Most of these are from the 1950s and 1960s, an era that seemed to produce a proliferation of kitchen accessories that were designed to take up a lot of space on a counter top and they were certainly intended for display. Some of the ads show homemakers in an attitude that showed they were thrilled with their “Lincoln Beautware All-Steel Canister Sets.” Ditto the ads for Kromex. The West Bend Aluminum Company began producing canisters and similar accessories to match the colors of some of their appliances – Avocado green, Burnt orange, etc. At the time I had an Avocado green fridge so I did get the West Bend canisters.

I try to think back but I really don’t recall being all that thrilled with my kitchen stuff. It was there to be used and that was about it. Twenty years later I decided the stuff was really interesting and began collecting a bit here and there. I never really got into it so my collection is quite small.
I’m amazed at some collections that run into the hundreds. I met one couple in the San Fernando Valley who had added a large room onto their house to display their impressive collection of kitchen canisters and related accessories, such as wax paper/ foil dispensers, bread boxes, etc. Every material you can thing of went into those items, from plastic and lacquer ware to aluminum, to steel and copper. The varieties seen are simply astonishing.

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French canisters

This is a very old set of heavy enameled metal canisters from France. They have the distinctive “web” pattern in the enamel that is often seen in enamelware from France.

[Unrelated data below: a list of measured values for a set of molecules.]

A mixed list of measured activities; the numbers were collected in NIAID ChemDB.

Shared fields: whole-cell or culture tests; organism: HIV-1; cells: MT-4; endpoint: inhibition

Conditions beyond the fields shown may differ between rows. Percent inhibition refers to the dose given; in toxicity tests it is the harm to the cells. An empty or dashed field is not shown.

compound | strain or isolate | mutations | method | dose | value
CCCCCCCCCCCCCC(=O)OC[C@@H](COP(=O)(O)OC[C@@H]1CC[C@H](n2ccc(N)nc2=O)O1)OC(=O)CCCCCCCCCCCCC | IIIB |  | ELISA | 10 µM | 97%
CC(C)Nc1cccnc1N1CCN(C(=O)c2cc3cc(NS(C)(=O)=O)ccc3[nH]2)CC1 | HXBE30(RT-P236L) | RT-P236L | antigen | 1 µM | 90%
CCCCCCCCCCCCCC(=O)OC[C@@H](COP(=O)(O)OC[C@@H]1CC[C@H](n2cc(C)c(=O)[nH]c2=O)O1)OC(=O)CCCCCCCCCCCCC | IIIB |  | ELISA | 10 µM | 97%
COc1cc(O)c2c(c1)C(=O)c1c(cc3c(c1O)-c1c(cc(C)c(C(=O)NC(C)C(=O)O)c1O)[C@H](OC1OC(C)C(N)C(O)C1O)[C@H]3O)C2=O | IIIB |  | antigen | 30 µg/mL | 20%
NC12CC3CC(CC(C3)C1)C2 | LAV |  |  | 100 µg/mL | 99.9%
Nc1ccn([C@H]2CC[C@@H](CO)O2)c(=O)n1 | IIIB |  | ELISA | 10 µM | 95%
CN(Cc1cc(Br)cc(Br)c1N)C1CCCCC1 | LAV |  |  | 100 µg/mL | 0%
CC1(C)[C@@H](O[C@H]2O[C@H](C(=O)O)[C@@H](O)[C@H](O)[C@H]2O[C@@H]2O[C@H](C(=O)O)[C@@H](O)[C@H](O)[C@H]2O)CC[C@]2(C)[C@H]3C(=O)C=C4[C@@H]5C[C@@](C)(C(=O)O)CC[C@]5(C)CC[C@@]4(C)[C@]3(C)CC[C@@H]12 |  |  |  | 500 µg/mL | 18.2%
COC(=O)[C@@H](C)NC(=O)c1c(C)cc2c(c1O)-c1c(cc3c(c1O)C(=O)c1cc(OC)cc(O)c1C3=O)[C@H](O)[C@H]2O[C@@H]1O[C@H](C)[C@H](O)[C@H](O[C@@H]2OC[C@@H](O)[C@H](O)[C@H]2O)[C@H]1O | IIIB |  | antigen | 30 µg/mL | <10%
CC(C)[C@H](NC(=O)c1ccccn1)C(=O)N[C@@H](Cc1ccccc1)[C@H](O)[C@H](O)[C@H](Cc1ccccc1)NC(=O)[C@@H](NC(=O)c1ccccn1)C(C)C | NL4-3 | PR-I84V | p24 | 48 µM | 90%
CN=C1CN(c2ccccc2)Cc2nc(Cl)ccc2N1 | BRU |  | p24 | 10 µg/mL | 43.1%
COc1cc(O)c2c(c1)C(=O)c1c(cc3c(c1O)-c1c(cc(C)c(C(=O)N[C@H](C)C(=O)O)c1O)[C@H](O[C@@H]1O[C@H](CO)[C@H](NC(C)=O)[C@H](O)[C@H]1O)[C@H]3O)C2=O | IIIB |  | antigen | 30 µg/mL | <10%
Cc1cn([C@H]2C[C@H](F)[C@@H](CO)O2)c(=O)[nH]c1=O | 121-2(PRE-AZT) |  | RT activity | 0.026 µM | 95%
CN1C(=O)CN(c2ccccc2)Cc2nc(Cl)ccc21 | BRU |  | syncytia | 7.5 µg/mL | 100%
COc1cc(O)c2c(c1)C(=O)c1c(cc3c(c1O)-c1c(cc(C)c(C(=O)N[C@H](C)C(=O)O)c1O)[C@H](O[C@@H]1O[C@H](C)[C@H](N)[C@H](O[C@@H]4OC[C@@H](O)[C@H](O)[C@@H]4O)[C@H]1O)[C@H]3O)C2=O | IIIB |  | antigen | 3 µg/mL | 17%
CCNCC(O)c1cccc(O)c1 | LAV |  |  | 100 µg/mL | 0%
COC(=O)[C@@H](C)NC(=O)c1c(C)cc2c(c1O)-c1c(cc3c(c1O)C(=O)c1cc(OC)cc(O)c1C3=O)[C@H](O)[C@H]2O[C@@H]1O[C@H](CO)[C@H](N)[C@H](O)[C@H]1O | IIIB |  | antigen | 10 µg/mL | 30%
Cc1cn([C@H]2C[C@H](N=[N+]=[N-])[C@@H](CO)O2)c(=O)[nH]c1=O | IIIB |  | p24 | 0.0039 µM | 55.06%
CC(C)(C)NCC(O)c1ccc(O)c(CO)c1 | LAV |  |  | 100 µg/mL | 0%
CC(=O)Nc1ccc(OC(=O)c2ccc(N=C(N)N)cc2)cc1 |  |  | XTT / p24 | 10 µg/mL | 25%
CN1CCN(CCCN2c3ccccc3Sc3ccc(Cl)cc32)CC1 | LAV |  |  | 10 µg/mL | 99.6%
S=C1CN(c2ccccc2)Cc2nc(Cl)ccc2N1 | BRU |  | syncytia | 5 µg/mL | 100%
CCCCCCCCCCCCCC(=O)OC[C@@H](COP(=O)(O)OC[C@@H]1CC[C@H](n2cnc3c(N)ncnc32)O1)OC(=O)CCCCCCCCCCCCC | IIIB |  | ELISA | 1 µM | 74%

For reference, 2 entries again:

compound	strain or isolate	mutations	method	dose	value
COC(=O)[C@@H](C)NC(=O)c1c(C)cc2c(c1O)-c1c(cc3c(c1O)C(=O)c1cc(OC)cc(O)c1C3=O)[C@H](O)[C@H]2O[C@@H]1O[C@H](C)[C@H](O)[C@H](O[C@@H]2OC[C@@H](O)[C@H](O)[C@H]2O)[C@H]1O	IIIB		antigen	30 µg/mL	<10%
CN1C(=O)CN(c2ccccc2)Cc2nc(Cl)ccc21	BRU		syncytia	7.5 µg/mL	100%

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Copper Canisters

This is a nice set of copper canisters that are lined with tin. They still have the lacquer coating since purchase so I have not yet had to polish them. I have enough copper that needs polishing!

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Kromex Canisters

The Kromex company produced an enormous array of canisters and other kitchen accessories, servingware and decorative tableware, many manufactured of spun aluminum. There are collectors who collect nothing but Kromex and I know of one who collects only the Kromex serving pieces. I have only one of the latter.

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This set of Kromex canisters also includes a Grease container, complete with strainer. It is at present employed next to my stove top and requires a bit of sprucing up before posing for its photo.

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This is another nice set of the Kromex “Spun Aluminum” canisters and it includes the fairly rare Rice canister that could be ordered in place of the Tea canister which was standard. Only a few department stores offered this set as a special order, which is why the Rice can is seldom found. The Grease can has a strainer inside.